San Francisco Spotlight: Ghirardelli Square

By Shelly Lurie

If you plan on visiting the City by the Bay, Ghirardelli Square needs to be on your list of places to visit.

Today, Ghirardelli Square is known for housing an array of upscale shops, fine dining, wine bars, spa facilities and, of course, the infamous Ghirardelli Original Chocolate Manufactory & Ghirardelli Chocolate Marketplace. Located on the beautiful San Francisco Bay just west of Fisherman’s Wharf, it’s already an ideal spot to check out. But, the history of Ghirardelli Square and the ice cream sundaes are why we’re recommending you pay this place a visit. Be forewarned: This destination is heaven for those with a sweet tooth.

Let’s start with the sweets. When visiting Ghirardelli Square, make sure you go to one of the Ghirardelli shops for an ice cream treat – usually covered in Ghirardelli hot fudge, chocolate squares, or any other chocolate creation Ghirardelli makes. You can also indulge in other Ghirardelli treats including shakes, floats, and malts. And, Ghirardelli Chocolate also makes for a great gift – so grab some varieties from the marketplace on your way out.

Some Sweet History

Rewind back to the California Gold Rush – 1849. Domingo Ghirardelli immigrated to the United States hoping to strike it rich.  After many unsuccessful attempts at mining, he decided to open a store in Stockton selling various supplies and sweets to miners. With the success of his business, Ghirardelli expanded in San Francisco, opening a shop and hotel. Not long after, the Ghirardelli Chocolate Company was born.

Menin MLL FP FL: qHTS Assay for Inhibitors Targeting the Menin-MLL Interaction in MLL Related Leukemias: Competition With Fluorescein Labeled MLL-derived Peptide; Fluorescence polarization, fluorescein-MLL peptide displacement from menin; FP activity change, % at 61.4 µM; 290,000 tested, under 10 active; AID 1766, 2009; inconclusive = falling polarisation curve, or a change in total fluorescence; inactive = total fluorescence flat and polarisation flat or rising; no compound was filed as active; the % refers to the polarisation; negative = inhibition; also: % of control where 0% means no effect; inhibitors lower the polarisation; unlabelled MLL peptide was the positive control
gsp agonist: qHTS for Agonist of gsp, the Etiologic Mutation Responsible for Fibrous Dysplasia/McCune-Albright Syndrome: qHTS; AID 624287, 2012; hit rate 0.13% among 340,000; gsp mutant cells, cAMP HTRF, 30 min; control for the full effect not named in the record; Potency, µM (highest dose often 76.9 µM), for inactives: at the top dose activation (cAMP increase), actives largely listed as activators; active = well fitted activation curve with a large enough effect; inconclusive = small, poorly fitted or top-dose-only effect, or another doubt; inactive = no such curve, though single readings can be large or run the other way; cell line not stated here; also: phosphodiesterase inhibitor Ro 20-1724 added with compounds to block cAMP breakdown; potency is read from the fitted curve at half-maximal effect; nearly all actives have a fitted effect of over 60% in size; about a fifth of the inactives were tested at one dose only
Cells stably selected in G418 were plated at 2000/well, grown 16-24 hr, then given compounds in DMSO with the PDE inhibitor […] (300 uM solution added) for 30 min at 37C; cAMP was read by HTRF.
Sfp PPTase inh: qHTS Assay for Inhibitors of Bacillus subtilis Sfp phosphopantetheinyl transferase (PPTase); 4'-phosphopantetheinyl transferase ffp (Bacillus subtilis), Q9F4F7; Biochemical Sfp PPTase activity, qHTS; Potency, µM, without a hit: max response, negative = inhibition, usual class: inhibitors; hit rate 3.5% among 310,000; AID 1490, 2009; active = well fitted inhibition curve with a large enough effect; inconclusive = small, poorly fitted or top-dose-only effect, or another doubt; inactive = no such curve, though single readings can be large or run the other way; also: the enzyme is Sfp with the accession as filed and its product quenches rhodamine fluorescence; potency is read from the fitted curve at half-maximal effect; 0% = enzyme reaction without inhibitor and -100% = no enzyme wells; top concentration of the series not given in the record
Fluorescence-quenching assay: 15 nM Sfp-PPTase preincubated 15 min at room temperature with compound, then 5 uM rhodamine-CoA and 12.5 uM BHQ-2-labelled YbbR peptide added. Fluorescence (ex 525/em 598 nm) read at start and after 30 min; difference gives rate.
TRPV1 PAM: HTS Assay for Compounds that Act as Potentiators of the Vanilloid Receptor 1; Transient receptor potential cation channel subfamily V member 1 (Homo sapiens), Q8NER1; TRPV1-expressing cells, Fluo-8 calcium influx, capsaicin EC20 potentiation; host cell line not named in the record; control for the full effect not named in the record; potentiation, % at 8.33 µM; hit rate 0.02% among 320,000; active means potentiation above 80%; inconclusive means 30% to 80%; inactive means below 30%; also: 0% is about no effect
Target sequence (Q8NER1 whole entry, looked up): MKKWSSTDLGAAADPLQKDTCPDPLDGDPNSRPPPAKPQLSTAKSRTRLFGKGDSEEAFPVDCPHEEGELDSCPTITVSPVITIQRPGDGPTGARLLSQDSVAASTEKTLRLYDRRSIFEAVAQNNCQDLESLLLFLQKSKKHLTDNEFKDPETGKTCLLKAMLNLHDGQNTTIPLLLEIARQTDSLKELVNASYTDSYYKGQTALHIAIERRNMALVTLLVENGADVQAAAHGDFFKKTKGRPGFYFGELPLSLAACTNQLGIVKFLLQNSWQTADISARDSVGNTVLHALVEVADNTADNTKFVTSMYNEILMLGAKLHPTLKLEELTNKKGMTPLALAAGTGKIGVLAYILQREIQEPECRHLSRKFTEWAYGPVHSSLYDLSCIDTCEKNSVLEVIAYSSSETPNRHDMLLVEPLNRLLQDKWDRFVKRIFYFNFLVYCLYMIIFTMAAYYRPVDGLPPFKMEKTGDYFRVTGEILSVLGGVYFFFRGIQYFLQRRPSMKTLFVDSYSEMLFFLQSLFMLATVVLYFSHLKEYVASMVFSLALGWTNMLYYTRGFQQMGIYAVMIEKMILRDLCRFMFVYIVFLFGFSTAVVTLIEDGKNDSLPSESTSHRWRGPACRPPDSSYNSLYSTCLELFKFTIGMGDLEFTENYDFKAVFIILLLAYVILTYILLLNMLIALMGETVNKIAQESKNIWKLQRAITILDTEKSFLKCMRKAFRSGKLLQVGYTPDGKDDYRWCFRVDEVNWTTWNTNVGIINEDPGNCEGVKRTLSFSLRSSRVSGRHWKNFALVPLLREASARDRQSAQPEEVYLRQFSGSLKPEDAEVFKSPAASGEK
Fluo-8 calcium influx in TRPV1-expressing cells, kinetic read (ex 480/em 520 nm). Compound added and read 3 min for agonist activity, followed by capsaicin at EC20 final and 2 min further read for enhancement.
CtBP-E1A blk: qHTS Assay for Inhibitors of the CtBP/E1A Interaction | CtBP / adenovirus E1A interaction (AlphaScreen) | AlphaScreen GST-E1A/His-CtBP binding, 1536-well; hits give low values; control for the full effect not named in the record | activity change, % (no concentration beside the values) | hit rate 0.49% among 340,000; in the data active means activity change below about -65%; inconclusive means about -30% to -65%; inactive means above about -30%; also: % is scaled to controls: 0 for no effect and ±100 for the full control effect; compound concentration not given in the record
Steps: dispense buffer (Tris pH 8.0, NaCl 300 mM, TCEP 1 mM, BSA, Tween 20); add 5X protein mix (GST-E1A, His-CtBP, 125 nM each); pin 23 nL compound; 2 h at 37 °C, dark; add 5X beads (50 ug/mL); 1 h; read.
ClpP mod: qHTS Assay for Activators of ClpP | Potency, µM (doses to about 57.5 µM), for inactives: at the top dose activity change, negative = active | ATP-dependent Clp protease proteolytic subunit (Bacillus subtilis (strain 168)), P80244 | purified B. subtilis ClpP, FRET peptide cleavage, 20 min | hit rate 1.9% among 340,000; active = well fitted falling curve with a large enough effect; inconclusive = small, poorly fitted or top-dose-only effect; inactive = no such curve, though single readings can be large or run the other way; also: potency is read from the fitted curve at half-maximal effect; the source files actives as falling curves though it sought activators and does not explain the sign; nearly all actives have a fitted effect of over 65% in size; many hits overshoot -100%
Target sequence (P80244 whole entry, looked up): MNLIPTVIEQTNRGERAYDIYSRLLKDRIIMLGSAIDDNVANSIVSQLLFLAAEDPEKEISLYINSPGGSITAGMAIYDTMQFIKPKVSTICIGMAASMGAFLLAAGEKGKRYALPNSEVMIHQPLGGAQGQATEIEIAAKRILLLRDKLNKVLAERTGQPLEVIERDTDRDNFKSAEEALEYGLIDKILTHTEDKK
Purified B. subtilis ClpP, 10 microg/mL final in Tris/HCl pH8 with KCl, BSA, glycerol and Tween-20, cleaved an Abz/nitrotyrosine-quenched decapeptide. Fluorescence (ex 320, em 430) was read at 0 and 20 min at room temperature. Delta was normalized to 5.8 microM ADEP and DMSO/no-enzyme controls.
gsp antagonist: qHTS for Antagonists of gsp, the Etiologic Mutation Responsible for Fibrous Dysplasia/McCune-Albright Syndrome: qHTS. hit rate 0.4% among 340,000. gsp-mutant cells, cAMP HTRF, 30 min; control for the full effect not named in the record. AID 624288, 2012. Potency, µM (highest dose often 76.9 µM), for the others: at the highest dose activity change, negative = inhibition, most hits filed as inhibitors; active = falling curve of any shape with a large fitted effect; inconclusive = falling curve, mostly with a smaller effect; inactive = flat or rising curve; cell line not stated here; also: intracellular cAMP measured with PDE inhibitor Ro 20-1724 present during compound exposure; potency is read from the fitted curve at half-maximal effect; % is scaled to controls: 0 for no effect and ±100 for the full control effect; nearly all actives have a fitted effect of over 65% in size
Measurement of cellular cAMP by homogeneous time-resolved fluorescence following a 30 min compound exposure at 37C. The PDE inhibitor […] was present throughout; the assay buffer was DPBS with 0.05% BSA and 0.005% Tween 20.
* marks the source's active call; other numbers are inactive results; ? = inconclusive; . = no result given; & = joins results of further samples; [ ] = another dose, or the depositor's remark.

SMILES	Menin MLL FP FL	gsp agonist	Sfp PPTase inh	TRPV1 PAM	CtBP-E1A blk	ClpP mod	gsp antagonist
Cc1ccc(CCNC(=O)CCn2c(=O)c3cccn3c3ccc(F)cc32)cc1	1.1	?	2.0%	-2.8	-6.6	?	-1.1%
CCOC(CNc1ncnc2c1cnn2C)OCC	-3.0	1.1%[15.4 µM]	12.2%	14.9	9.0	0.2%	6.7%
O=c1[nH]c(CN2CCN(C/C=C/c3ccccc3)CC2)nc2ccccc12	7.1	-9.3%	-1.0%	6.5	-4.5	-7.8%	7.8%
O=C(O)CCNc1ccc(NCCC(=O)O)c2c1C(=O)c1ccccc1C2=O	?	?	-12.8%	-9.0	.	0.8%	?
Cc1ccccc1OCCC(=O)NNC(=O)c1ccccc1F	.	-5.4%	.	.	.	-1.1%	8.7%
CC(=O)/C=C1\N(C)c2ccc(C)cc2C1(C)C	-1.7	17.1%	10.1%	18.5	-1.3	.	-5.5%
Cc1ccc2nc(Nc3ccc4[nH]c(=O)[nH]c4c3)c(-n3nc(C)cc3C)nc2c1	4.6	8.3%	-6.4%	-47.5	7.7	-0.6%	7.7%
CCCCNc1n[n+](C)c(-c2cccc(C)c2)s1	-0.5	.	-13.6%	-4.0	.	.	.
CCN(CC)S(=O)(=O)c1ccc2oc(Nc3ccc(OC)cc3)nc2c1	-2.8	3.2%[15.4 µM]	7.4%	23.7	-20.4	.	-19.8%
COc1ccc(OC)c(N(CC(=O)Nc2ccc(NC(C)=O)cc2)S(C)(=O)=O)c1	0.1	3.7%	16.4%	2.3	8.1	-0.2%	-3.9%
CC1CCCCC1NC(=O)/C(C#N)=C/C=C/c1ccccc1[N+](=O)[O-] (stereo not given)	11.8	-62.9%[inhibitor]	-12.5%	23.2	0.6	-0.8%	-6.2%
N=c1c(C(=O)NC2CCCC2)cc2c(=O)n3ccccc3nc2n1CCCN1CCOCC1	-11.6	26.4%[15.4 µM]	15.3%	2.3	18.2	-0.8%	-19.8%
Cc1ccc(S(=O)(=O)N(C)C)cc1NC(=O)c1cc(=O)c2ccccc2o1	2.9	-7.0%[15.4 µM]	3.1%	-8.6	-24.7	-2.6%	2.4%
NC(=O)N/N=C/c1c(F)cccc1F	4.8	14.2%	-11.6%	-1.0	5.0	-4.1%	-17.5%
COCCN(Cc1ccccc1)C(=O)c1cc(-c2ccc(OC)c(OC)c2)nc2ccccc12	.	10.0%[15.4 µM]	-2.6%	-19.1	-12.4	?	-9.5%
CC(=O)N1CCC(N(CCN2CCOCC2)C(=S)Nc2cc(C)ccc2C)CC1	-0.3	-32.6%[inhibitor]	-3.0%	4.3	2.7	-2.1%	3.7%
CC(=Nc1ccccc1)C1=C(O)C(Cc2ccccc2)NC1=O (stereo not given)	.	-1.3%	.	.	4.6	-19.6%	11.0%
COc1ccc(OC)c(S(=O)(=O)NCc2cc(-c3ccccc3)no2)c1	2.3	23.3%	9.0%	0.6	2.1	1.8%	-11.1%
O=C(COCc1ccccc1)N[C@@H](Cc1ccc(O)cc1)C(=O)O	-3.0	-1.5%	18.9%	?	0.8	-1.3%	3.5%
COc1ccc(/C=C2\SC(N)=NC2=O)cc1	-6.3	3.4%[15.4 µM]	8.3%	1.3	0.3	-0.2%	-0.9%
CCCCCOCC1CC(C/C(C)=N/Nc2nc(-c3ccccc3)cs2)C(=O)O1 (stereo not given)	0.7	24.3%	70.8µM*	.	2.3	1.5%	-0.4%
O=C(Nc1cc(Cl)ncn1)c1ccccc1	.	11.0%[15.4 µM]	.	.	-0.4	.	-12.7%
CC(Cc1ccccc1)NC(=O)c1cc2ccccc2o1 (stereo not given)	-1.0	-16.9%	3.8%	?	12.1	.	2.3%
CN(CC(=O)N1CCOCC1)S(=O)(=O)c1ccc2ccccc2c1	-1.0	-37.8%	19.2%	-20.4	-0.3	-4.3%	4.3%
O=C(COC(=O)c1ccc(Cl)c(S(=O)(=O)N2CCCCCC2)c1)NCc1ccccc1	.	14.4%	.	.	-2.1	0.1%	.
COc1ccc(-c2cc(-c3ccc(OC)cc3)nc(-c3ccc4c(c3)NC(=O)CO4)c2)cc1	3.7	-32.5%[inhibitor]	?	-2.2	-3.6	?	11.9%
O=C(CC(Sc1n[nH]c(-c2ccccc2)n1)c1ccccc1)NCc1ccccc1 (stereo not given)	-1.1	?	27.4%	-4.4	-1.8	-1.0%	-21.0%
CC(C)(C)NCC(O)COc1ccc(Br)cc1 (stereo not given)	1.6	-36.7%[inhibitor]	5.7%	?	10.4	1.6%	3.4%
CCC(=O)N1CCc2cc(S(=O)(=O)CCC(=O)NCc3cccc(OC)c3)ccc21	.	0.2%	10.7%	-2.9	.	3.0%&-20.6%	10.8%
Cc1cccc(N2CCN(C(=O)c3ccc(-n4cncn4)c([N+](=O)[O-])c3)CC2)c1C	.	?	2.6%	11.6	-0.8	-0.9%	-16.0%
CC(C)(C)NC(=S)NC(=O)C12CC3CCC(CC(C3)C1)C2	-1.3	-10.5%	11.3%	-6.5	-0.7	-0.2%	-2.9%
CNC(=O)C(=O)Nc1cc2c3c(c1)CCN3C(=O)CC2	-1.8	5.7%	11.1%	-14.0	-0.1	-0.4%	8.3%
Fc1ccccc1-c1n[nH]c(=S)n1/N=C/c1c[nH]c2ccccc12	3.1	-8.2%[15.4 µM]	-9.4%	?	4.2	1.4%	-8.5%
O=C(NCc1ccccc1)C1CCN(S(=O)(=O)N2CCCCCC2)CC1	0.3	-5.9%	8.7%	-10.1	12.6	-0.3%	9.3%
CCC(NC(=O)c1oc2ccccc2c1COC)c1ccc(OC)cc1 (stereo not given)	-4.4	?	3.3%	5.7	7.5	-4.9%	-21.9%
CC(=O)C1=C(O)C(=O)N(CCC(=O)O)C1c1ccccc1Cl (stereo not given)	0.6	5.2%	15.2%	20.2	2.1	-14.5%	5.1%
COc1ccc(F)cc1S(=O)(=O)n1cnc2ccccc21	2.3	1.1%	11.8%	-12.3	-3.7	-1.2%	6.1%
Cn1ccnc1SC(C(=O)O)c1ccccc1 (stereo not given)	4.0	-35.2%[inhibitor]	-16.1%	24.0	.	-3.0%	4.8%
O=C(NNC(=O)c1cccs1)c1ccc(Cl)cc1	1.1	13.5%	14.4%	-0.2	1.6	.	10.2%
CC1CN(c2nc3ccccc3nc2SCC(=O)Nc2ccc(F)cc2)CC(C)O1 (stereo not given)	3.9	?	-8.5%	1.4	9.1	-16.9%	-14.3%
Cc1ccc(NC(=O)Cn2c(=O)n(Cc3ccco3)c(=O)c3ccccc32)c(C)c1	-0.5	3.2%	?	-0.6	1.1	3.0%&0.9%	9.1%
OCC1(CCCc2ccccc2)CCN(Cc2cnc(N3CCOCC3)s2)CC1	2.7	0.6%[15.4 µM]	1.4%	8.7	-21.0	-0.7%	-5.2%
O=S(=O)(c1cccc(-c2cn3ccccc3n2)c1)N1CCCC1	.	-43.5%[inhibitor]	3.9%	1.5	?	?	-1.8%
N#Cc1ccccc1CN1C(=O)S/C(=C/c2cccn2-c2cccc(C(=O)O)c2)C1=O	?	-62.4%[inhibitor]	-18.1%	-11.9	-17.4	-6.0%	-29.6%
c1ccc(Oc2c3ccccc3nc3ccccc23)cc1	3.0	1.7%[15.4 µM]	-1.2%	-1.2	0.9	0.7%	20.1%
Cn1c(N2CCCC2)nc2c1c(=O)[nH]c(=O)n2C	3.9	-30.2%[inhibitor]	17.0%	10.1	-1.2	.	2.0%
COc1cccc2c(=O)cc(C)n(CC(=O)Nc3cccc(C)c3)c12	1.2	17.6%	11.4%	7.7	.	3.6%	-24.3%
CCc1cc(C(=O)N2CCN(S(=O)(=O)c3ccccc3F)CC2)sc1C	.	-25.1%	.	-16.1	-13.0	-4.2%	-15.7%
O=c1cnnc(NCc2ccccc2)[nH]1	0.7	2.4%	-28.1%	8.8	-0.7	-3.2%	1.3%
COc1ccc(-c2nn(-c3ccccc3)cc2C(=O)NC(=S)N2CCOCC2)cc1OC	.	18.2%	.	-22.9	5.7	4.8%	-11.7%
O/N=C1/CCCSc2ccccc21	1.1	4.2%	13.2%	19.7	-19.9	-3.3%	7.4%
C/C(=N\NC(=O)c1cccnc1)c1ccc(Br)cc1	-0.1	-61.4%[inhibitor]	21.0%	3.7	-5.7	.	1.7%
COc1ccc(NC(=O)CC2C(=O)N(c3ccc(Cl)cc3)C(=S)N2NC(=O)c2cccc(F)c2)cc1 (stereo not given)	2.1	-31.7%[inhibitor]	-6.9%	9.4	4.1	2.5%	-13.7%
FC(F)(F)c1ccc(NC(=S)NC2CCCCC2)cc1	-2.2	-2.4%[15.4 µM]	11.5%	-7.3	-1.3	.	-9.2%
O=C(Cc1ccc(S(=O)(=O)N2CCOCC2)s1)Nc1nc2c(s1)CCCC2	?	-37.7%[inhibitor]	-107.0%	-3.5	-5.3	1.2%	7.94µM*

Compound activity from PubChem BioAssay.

Fast forward to 1893, business is booming and Ghirardelli buys an entire city block in San Francisco to expand their headquarters. By 1895 the Ghirardelli Chocolate Company was working from their new manufactory, now known as Ghirardelli Square. By the early 1960s, Ghirardelli was bought out by other companies and relocated their manufactory to nearby San Leandro.

Soon after, Ghirardelli Square was purchased by a local mother and son duo that decided to restore many of the original structures of the square and convert it into the courtyard with shops that stands today. They also erected a 15-foot-high illuminated sign spelling “Ghirardelli” that is visible for miles.

Ghirardelli Square officially opened its doors in 1964. A year later, the City of San Francisco declared it an official city landmark and has since been granted National Historic Register status to ensure its preservation for future generations.
Next time you’re in SF (or even if you’re a local), support good jobs here in the U.S. and go buy some Ghirardelli chocolate or treat yourself to one of their decadent sundaes. You deserve it!

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